Parliament also expects that China will be asked to honour its signature,” he said, adding that “Cyprus is a small state which has friendly relations with China, and Cyprus is a member of the European Union. In honouring its signature here, China will be able to continue to carry out projects in the EU.”

Asked if the matter would be referred to the Anti-Corruption Authority, Koulias said that such a decision will be taken at a full session of the committee after all its meetings on the matter have been completed.

“Certainly, there are considerations where it will go beyond this, but there are so many serious violations that it has to go somewhere,” he said.

Akel MP Irene Charalambidou pointed out that former minister Lakkotrypis had, according to Auditor-General Odysseas Michaelides, “failed to mention his relationship” with the parent company of one of the companies involved in the terminal and was subsequently employed by the same company.

In a press release later in the day, CPP-Metron Consortium Ltd or CMC sought to deflect blame away from itself and onto the Cypriot side.

The contractor asserted the ‘Etyfa Prometheas’ Fsru (floating, storage and regasification unit) is “ready to sail to Cyprus since [the] middle of January 2024”.

It added: “CMC remains surprised by relentless media articles stating that the vessel is unseaworthy. This is of course patently false as the vessel undertook over 2,000 nautical miles of sea and gas trials in one of the world’s busiest shipping lanes…”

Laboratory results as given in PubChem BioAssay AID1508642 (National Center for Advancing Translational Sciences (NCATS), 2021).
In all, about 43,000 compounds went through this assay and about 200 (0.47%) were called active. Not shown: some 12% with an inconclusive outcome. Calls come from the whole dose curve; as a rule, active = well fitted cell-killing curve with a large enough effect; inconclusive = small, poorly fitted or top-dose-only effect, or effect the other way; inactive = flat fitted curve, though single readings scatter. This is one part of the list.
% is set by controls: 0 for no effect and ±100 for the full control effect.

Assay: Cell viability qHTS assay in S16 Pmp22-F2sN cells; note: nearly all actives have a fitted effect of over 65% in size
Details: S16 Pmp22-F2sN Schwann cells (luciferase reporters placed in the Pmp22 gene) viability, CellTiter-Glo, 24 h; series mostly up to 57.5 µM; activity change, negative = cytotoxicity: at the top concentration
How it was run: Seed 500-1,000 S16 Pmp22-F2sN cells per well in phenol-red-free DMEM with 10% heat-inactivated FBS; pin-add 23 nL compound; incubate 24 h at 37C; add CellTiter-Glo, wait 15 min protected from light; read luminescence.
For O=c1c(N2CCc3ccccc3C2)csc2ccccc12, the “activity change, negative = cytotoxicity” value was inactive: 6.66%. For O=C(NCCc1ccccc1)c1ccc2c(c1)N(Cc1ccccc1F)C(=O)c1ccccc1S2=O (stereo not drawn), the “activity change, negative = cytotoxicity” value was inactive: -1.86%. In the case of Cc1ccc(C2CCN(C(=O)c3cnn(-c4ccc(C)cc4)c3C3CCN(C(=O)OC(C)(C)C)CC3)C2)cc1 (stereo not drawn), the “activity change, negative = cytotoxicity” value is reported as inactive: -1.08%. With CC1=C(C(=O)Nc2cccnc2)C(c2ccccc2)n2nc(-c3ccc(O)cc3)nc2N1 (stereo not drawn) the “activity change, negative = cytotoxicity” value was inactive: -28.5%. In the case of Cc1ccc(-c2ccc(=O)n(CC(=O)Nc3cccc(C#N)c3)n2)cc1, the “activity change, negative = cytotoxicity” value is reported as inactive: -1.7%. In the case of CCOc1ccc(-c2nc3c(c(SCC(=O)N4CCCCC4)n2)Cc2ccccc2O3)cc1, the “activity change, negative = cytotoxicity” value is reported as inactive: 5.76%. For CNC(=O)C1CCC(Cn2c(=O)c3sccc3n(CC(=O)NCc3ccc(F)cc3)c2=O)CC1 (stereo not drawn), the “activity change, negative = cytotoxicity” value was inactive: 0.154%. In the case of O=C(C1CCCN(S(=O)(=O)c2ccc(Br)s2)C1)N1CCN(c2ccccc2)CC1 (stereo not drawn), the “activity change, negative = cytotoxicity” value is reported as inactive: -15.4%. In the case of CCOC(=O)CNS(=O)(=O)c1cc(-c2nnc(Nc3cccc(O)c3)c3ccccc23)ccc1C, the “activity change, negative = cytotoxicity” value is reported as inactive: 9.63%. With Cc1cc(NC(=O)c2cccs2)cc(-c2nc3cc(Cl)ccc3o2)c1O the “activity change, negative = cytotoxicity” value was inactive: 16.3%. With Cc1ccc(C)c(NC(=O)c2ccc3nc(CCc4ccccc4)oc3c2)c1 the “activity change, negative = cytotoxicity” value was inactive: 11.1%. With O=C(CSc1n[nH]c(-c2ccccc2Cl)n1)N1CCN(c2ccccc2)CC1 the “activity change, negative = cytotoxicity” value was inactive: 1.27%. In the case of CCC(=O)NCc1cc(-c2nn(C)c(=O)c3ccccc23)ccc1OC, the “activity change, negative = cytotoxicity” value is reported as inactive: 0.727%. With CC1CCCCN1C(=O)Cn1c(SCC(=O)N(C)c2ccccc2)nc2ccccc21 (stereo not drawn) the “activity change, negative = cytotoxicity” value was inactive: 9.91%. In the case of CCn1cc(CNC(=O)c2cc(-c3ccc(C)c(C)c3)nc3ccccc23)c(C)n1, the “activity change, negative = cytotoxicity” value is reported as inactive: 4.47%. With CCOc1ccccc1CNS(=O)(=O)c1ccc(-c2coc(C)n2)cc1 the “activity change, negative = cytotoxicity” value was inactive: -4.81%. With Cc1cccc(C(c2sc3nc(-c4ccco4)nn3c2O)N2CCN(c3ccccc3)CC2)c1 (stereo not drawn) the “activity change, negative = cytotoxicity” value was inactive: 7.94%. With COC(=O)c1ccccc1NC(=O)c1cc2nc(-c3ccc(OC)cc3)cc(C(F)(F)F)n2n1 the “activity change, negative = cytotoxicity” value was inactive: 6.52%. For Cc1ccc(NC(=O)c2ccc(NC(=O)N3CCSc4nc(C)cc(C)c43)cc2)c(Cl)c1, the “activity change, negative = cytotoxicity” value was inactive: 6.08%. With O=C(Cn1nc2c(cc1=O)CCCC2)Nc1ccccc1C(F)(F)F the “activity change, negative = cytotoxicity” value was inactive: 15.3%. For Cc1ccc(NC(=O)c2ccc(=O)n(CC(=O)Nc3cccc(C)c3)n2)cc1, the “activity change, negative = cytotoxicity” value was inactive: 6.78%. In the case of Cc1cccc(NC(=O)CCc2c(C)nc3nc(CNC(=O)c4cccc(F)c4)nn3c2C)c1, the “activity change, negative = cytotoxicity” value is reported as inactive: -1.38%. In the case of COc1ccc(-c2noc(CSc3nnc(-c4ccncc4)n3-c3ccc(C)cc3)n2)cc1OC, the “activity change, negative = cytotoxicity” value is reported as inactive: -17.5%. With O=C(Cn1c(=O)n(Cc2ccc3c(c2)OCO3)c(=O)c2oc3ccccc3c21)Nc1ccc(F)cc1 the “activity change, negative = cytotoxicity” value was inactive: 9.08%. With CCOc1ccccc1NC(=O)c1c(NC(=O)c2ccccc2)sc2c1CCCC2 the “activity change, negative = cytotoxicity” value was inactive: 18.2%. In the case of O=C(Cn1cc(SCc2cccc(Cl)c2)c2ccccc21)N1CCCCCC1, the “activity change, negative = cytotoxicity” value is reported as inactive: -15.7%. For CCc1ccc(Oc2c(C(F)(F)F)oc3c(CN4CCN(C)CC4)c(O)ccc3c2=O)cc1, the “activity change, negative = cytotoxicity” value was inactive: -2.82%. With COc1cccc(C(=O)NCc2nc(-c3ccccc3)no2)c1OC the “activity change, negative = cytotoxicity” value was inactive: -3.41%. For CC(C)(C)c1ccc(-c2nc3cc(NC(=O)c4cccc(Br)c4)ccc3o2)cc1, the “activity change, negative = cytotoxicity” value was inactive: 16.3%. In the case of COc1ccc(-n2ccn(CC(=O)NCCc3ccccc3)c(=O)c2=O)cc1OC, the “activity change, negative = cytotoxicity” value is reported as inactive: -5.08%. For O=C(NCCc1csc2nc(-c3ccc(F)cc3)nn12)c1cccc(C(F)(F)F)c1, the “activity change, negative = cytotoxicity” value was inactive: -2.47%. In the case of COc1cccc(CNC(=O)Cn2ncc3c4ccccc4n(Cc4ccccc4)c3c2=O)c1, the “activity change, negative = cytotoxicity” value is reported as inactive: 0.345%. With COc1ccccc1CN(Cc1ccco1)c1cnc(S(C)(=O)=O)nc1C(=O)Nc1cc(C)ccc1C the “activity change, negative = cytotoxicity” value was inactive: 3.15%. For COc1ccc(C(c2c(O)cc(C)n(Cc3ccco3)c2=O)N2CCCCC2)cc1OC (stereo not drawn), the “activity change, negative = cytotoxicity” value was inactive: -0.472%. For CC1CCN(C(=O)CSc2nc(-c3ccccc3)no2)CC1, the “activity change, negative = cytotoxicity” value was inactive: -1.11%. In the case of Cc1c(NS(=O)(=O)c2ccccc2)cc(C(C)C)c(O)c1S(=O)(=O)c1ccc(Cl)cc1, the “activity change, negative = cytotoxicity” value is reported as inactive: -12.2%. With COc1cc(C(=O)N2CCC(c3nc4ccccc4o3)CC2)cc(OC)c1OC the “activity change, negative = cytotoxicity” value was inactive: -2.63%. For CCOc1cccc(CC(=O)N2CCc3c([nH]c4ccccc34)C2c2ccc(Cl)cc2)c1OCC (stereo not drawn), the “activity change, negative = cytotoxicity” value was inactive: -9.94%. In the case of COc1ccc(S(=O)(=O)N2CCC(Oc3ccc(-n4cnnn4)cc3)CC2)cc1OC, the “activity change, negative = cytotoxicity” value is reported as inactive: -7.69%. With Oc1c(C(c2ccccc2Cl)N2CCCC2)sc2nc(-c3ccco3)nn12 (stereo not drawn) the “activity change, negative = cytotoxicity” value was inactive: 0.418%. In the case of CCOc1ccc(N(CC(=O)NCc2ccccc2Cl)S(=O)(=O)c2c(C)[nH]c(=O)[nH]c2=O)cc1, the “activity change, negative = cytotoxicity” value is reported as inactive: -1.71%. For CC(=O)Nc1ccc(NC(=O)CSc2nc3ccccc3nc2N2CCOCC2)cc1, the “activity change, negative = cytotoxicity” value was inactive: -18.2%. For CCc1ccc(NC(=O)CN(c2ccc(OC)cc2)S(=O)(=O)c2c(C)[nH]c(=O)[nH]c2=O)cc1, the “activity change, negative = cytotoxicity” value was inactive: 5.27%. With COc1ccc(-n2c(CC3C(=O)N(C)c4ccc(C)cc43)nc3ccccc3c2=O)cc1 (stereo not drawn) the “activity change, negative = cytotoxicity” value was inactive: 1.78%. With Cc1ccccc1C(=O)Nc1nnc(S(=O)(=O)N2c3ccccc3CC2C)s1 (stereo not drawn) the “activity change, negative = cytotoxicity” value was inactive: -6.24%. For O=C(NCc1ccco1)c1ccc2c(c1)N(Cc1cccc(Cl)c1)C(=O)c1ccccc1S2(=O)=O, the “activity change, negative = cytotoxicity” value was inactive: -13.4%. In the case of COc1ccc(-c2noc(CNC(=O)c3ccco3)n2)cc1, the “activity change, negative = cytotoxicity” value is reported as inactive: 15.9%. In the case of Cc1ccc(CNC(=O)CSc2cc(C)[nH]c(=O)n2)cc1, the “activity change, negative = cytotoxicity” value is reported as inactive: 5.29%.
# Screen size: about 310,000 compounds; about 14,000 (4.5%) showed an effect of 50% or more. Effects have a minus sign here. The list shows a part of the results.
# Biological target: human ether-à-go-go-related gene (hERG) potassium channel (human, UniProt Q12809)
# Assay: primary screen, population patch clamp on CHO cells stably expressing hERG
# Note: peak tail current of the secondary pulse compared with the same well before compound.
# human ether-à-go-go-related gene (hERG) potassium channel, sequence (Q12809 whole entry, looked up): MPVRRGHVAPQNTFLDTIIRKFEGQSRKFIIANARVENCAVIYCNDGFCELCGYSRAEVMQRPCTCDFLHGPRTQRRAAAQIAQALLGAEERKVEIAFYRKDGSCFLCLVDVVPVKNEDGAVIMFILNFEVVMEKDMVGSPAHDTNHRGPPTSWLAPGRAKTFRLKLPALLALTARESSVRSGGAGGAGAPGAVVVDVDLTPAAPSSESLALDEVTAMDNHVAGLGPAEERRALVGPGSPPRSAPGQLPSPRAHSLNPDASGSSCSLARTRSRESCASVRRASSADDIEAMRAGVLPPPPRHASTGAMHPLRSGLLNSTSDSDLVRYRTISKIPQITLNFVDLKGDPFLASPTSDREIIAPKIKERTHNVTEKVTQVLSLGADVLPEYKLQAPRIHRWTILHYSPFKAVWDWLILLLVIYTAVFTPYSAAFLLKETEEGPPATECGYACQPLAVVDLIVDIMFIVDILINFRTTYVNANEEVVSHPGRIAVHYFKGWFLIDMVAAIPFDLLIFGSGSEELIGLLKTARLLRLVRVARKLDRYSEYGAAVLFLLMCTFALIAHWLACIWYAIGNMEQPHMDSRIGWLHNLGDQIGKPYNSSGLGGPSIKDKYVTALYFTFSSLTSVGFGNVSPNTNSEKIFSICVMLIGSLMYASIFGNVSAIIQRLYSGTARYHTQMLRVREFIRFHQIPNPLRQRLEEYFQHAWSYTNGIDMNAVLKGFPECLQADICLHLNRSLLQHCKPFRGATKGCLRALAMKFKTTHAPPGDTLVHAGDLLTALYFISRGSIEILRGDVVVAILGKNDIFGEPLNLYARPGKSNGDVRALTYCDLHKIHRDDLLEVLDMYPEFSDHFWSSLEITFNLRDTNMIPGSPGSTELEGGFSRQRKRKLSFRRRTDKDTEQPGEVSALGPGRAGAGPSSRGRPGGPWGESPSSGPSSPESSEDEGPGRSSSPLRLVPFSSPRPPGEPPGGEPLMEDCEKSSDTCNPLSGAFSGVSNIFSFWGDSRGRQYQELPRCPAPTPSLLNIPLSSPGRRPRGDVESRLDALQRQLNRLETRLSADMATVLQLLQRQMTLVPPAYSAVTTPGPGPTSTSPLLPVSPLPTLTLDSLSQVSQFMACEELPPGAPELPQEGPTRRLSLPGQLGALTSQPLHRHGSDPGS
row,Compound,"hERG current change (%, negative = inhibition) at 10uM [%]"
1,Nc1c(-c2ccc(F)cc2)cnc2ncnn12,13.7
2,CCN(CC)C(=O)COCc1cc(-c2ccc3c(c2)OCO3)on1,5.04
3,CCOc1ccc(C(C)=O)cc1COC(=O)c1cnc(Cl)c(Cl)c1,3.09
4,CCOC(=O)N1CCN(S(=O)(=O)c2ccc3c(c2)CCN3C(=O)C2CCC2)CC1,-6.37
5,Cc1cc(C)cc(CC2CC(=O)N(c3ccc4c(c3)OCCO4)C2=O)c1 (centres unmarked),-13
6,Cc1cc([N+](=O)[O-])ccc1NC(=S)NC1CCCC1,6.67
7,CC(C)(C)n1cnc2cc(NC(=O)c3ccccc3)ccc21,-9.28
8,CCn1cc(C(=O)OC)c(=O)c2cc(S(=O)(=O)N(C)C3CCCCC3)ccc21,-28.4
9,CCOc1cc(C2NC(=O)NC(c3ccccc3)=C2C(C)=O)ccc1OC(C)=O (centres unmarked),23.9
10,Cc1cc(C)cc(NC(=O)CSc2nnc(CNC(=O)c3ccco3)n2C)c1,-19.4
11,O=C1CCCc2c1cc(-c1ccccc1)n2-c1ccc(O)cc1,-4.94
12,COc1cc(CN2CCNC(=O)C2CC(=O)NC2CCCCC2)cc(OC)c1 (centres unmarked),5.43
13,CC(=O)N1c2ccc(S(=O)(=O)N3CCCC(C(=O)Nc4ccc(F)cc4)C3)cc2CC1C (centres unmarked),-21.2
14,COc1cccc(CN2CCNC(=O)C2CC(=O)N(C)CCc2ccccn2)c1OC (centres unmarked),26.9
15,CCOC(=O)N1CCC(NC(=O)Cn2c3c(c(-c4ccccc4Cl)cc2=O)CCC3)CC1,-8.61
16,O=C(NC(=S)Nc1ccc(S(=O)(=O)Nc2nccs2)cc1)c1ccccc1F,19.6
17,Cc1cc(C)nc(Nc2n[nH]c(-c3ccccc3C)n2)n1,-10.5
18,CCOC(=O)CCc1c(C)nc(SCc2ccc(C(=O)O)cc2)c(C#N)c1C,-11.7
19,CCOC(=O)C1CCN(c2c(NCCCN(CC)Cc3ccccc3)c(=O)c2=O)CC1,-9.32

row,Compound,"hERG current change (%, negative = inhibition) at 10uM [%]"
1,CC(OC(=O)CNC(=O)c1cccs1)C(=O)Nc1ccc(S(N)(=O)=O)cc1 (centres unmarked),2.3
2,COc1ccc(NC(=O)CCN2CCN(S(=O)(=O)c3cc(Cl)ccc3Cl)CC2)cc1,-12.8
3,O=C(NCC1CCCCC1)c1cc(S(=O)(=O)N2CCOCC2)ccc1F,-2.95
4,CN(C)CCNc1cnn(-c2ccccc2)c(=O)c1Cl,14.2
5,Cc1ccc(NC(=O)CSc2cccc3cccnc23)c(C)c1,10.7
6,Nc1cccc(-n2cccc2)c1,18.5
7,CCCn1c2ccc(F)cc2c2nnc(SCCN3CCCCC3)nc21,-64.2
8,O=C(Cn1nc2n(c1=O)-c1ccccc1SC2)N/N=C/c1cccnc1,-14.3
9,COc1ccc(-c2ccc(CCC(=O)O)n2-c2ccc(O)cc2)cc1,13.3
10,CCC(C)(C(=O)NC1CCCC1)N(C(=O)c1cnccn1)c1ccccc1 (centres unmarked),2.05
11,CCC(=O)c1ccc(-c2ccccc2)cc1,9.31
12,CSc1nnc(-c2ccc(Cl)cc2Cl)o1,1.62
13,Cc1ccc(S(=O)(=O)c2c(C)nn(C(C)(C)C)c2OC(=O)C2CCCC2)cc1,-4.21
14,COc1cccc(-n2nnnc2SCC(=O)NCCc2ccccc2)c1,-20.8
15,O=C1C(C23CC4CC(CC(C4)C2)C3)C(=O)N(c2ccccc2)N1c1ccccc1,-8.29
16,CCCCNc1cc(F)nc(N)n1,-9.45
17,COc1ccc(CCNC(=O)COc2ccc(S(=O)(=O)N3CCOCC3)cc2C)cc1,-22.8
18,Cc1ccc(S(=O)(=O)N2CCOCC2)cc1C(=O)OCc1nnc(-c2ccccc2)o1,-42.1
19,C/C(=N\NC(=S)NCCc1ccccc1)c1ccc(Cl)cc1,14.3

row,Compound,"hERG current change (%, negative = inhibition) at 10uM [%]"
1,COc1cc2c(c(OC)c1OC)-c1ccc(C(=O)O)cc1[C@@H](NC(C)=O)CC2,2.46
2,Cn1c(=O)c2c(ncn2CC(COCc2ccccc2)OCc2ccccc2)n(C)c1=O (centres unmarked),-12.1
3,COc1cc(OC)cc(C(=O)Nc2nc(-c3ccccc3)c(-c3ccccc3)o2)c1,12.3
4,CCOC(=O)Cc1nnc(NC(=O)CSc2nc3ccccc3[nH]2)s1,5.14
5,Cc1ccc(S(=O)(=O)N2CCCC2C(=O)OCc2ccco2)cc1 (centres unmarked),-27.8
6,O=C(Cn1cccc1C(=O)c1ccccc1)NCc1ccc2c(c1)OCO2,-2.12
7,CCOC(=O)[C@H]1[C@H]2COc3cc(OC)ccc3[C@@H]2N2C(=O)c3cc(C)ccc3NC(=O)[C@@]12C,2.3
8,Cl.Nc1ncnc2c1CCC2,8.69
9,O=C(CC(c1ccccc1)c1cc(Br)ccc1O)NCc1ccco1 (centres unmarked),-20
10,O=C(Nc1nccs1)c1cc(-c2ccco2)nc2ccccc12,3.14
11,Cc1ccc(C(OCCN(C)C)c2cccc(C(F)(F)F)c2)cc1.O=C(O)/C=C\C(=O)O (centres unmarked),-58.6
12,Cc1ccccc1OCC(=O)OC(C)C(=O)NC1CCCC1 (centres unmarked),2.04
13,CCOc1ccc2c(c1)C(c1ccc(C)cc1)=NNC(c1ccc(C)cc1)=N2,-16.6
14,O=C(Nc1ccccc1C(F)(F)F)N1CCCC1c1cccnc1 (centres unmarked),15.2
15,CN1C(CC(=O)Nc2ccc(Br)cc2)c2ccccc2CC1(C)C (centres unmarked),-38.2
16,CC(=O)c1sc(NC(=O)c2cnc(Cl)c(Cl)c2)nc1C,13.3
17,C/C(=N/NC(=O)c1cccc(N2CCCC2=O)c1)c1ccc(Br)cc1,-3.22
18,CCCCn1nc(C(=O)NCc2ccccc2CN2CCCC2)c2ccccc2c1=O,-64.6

According to the contractor, a handover ceremony for the vessel took place at a shipyard in China in January “to which Etyfa was timely and officially invited but did not attend. According to Lloyds Register there is nothing technical pending for ‘Etyfa Prometheas’ to sail to Cyprus, but there are certain steps that only Etyfa has the authority and obligation as the rightful owner of doing so.”

The Chinese contractor said it remains “very concerned by the lack of infrastructure and equipment to handle the vessel on arrival in Cyprus.” It said the Cypriot side does not possess the required tug boats, and hinted at security issues relating to a live ammo firing range encroaching on the jetty being built at Vasiliko.

“Without dealing with these problems, it is impossible for ‘Etyfa Prometheas’ to even approach the jetty.”

But industry sources apprised of the matter told the Cyprus Mail these allegations were inaccurate. For one thing, they said, there is currently no firing range in the vicinity.

For another, Cyprus does in fact possess tugboats that are more than capable of handling the ‘Etyfa Prometheas’ vessel.

The same sources also noted the Chinese-led consortium is misrepresenting the situation. They stressed that the Frsu vessel is not yet properly certified to set sail.

Under the Epcoma (Engineering, Procurement, Construction, Management) contract signed by the two parties, the vessel must pass two types of certification: as an LNG carrier, and as a floating regasification unit.

The vessel still has about a dozen “critical issues” that need resolving before it can get certified, the sources told us.